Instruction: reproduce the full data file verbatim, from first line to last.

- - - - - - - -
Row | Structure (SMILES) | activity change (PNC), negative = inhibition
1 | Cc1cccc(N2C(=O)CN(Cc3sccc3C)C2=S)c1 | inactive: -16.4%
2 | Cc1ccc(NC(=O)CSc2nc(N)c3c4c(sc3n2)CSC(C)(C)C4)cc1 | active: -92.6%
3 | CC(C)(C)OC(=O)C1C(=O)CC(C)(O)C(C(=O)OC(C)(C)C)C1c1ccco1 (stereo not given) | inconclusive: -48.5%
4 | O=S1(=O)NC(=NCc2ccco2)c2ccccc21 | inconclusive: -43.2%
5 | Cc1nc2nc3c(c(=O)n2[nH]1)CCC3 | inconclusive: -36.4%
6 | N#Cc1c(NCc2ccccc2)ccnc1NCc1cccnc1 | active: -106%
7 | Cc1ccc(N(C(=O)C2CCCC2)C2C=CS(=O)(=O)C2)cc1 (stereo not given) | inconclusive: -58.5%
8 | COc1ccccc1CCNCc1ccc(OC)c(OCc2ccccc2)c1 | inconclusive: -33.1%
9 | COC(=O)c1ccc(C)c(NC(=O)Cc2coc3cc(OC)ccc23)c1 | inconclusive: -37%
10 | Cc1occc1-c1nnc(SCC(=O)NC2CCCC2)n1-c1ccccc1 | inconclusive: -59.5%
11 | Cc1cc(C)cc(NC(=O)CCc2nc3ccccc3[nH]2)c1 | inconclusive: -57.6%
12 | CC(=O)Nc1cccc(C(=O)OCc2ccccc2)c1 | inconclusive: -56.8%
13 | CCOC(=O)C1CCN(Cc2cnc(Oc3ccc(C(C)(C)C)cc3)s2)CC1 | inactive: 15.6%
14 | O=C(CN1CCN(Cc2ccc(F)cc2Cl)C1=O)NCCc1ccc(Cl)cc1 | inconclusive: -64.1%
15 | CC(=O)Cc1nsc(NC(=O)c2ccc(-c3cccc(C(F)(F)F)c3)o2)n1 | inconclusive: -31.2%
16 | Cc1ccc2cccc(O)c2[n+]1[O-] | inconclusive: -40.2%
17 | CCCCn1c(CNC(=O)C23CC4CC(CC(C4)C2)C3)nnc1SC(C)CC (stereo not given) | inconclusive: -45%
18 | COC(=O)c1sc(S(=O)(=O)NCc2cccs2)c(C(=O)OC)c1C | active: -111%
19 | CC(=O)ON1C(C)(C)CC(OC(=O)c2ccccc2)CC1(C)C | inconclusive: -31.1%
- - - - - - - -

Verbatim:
Row | Structure (SMILES) | activity change (PNC), negative = inhibition
1 | Cc1cccc(N2C(=O)CN(Cc3sccc3C)C2=S)c1 | inactive: -16.4%
2 | Cc1ccc(NC(=O)CSc2nc(N)c3c4c(sc3n2)CSC(C)(C)C4)cc1 | active: -92.6%
3 | CC(C)(C)OC(=O)C1C(=O)CC(C)(O)C(C(=O)OC(C)(C)C)C1c1ccco1 (stereo not given) | inconclusive: -48.5%
4 | O=S1(=O)NC(=NCc2ccco2)c2ccccc21 | inconclusive: -43.2%
5 | Cc1nc2nc3c(c(=O)n2[nH]1)CCC3 | inconclusive: -36.4%
6 | N#Cc1c(NCc2ccccc2)ccnc1NCc1cccnc1 | active: -106%
7 | Cc1ccc(N(C(=O)C2CCCC2)C2C=CS(=O)(=O)C2)cc1 (stereo not given) | inconclusive: -58.5%
8 | COc1ccccc1CCNCc1ccc(OC)c(OCc2ccccc2)c1 | inconclusive: -33.1%
9 | COC(=O)c1ccc(C)c(NC(=O)Cc2coc3cc(OC)ccc23)c1 | inconclusive: -37%
10 | Cc1occc1-c1nnc(SCC(=O)NC2CCCC2)n1-c1ccccc1 | inconclusive: -59.5%
11 | Cc1cc(C)cc(NC(=O)CCc2nc3ccccc3[nH]2)c1 | inconclusive: -57.6%
12 | CC(=O)Nc1cccc(C(=O)OCc2ccccc2)c1 | inconclusive: -56.8%
13 | CCOC(=O)C1CCN(Cc2cnc(Oc3ccc(C(C)(C)C)cc3)s2)CC1 | inactive: 15.6%
14 | O=C(CN1CCN(Cc2ccc(F)cc2Cl)C1=O)NCCc1ccc(Cl)cc1 | inconclusive: -64.1%
15 | CC(=O)Cc1nsc(NC(=O)c2ccc(-c3cccc(C(F)(F)F)c3)o2)n1 | inconclusive: -31.2%
16 | Cc1ccc2cccc(O)c2[n+]1[O-] | inconclusive: -40.2%
17 | CCCCn1c(CNC(=O)C23CC4CC(CC(C4)C2)C3)nnc1SC(C)CC (stereo not given) | inconclusive: -45%
18 | COC(=O)c1sc(S(=O)(=O)NCc2cccs2)c(C(=O)OC)c1C | active: -111%
19 | CC(=O)ON1C(C)(C)CC(OC(=O)c2ccccc2)CC1(C)C | inconclusive: -31.1%